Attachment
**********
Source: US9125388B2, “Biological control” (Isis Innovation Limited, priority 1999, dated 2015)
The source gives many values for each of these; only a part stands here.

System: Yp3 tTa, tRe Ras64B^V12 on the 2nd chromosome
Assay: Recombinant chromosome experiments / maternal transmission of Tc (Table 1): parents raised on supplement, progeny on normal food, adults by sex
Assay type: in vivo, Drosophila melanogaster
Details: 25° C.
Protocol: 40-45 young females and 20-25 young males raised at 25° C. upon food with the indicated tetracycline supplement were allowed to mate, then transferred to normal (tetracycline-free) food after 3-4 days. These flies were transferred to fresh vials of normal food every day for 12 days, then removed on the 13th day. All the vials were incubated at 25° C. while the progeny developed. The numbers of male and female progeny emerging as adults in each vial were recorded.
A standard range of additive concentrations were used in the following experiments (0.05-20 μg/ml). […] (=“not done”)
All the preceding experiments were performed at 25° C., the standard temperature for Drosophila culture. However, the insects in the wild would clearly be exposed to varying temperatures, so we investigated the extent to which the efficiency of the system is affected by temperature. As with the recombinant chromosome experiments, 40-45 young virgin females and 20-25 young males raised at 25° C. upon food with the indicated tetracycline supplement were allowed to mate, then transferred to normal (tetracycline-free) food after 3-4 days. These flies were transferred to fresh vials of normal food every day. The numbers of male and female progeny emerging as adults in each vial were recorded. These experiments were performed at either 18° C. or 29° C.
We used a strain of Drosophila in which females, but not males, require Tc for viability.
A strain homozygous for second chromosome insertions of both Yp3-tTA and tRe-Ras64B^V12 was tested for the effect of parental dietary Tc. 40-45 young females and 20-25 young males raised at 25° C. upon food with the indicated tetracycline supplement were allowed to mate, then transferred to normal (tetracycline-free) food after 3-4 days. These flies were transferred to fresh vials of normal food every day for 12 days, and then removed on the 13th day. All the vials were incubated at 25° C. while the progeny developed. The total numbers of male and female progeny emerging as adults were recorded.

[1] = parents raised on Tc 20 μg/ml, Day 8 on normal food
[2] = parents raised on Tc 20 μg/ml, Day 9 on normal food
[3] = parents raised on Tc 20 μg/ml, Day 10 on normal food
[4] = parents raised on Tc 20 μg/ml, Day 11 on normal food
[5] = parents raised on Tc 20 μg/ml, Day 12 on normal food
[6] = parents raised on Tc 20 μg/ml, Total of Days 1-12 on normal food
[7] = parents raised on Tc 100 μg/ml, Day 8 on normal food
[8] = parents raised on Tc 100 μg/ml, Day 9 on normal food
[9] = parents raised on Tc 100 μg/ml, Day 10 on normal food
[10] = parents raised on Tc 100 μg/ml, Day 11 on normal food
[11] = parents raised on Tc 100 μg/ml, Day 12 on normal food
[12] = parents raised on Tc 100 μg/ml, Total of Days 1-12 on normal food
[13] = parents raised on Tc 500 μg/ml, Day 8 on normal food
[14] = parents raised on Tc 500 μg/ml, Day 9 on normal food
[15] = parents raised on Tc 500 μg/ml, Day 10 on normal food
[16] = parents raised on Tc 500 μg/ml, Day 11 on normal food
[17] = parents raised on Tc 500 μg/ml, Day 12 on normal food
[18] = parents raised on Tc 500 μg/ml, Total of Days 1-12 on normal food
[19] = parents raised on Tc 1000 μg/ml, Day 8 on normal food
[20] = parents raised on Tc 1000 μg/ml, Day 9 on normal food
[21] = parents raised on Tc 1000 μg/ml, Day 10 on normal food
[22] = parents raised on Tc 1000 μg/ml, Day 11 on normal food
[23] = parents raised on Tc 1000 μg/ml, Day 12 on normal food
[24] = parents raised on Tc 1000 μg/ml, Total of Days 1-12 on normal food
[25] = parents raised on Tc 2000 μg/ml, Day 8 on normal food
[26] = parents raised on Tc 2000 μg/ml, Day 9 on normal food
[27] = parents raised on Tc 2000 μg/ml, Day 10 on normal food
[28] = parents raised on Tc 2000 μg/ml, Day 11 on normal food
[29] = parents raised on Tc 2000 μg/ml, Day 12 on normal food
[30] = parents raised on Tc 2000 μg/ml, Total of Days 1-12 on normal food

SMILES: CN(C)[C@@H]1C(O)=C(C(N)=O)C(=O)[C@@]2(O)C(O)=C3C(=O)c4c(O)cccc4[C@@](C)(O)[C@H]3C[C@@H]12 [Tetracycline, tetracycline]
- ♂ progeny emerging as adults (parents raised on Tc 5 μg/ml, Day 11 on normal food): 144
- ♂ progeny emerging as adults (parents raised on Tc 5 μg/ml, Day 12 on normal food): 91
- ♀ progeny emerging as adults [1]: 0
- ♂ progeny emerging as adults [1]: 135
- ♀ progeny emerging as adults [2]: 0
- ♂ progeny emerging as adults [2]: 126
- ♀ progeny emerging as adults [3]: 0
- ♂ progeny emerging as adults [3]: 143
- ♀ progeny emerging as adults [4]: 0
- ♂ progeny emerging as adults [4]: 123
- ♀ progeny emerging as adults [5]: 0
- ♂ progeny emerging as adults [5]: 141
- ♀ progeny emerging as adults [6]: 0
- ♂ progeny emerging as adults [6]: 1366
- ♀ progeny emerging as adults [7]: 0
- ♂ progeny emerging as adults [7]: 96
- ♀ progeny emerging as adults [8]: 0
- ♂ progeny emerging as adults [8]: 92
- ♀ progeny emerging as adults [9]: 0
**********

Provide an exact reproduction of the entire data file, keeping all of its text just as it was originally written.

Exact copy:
Source: US9125388B2, “Biological control” (Isis Innovation Limited, priority 1999, dated 2015)
The source gives many values for each of these; only a part stands here.

System: Yp3 tTa, tRe Ras64B^V12 on the 2nd chromosome
Assay: Recombinant chromosome experiments / maternal transmission of Tc (Table 1): parents raised on supplement, progeny on normal food, adults by sex
Assay type: in vivo, Drosophila melanogaster
Details: 25° C.
Protocol: 40-45 young females and 20-25 young males raised at 25° C. upon food with the indicated tetracycline supplement were allowed to mate, then transferred to normal (tetracycline-free) food after 3-4 days. These flies were transferred to fresh vials of normal food every day for 12 days, then removed on the 13th day. All the vials were incubated at 25° C. while the progeny developed. The numbers of male and female progeny emerging as adults in each vial were recorded.
A standard range of additive concentrations were used in the following experiments (0.05-20 μg/ml). […] (=“not done”)
All the preceding experiments were performed at 25° C., the standard temperature for Drosophila culture. However, the insects in the wild would clearly be exposed to varying temperatures, so we investigated the extent to which the efficiency of the system is affected by temperature. As with the recombinant chromosome experiments, 40-45 young virgin females and 20-25 young males raised at 25° C. upon food with the indicated tetracycline supplement were allowed to mate, then transferred to normal (tetracycline-free) food after 3-4 days. These flies were transferred to fresh vials of normal food every day. The numbers of male and female progeny emerging as adults in each vial were recorded. These experiments were performed at either 18° C. or 29° C.
We used a strain of Drosophila in which females, but not males, require Tc for viability.
A strain homozygous for second chromosome insertions of both Yp3-tTA and tRe-Ras64B^V12 was tested for the effect of parental dietary Tc. 40-45 young females and 20-25 young males raised at 25° C. upon food with the indicated tetracycline supplement were allowed to mate, then transferred to normal (tetracycline-free) food after 3-4 days. These flies were transferred to fresh vials of normal food every day for 12 days, and then removed on the 13th day. All the vials were incubated at 25° C. while the progeny developed. The total numbers of male and female progeny emerging as adults were recorded.

[1] = parents raised on Tc 20 μg/ml, Day 8 on normal food
[2] = parents raised on Tc 20 μg/ml, Day 9 on normal food
[3] = parents raised on Tc 20 μg/ml, Day 10 on normal food
[4] = parents raised on Tc 20 μg/ml, Day 11 on normal food
[5] = parents raised on Tc 20 μg/ml, Day 12 on normal food
[6] = parents raised on Tc 20 μg/ml, Total of Days 1-12 on normal food
[7] = parents raised on Tc 100 μg/ml, Day 8 on normal food
[8] = parents raised on Tc 100 μg/ml, Day 9 on normal food
[9] = parents raised on Tc 100 μg/ml, Day 10 on normal food
[10] = parents raised on Tc 100 μg/ml, Day 11 on normal food
[11] = parents raised on Tc 100 μg/ml, Day 12 on normal food
[12] = parents raised on Tc 100 μg/ml, Total of Days 1-12 on normal food
[13] = parents raised on Tc 500 μg/ml, Day 8 on normal food
[14] = parents raised on Tc 500 μg/ml, Day 9 on normal food
[15] = parents raised on Tc 500 μg/ml, Day 10 on normal food
[16] = parents raised on Tc 500 μg/ml, Day 11 on normal food
[17] = parents raised on Tc 500 μg/ml, Day 12 on normal food
[18] = parents raised on Tc 500 μg/ml, Total of Days 1-12 on normal food
[19] = parents raised on Tc 1000 μg/ml, Day 8 on normal food
[20] = parents raised on Tc 1000 μg/ml, Day 9 on normal food
[21] = parents raised on Tc 1000 μg/ml, Day 10 on normal food
[22] = parents raised on Tc 1000 μg/ml, Day 11 on normal food
[23] = parents raised on Tc 1000 μg/ml, Day 12 on normal food
[24] = parents raised on Tc 1000 μg/ml, Total of Days 1-12 on normal food
[25] = parents raised on Tc 2000 μg/ml, Day 8 on normal food
[26] = parents raised on Tc 2000 μg/ml, Day 9 on normal food
[27] = parents raised on Tc 2000 μg/ml, Day 10 on normal food
[28] = parents raised on Tc 2000 μg/ml, Day 11 on normal food
[29] = parents raised on Tc 2000 μg/ml, Day 12 on normal food
[30] = parents raised on Tc 2000 μg/ml, Total of Days 1-12 on normal food

SMILES: CN(C)[C@@H]1C(O)=C(C(N)=O)C(=O)[C@@]2(O)C(O)=C3C(=O)c4c(O)cccc4[C@@](C)(O)[C@H]3C[C@@H]12 [Tetracycline, tetracycline]
- ♂ progeny emerging as adults (parents raised on Tc 5 μg/ml, Day 11 on normal food): 144
- ♂ progeny emerging as adults (parents raised on Tc 5 μg/ml, Day 12 on normal food): 91
- ♀ progeny emerging as adults [1]: 0
- ♂ progeny emerging as adults [1]: 135
- ♀ progeny emerging as adults [2]: 0
- ♂ progeny emerging as adults [2]: 126
- ♀ progeny emerging as adults [3]: 0
- ♂ progeny emerging as adults [3]: 143
- ♀ progeny emerging as adults [4]: 0
- ♂ progeny emerging as adults [4]: 123
- ♀ progeny emerging as adults [5]: 0
- ♂ progeny emerging as adults [5]: 141
- ♀ progeny emerging as adults [6]: 0
- ♂ progeny emerging as adults [6]: 1366
- ♀ progeny emerging as adults [7]: 0
- ♂ progeny emerging as adults [7]: 96
- ♀ progeny emerging as adults [8]: 0
- ♂ progeny emerging as adults [8]: 92
- ♀ progeny emerging as adults [9]: 0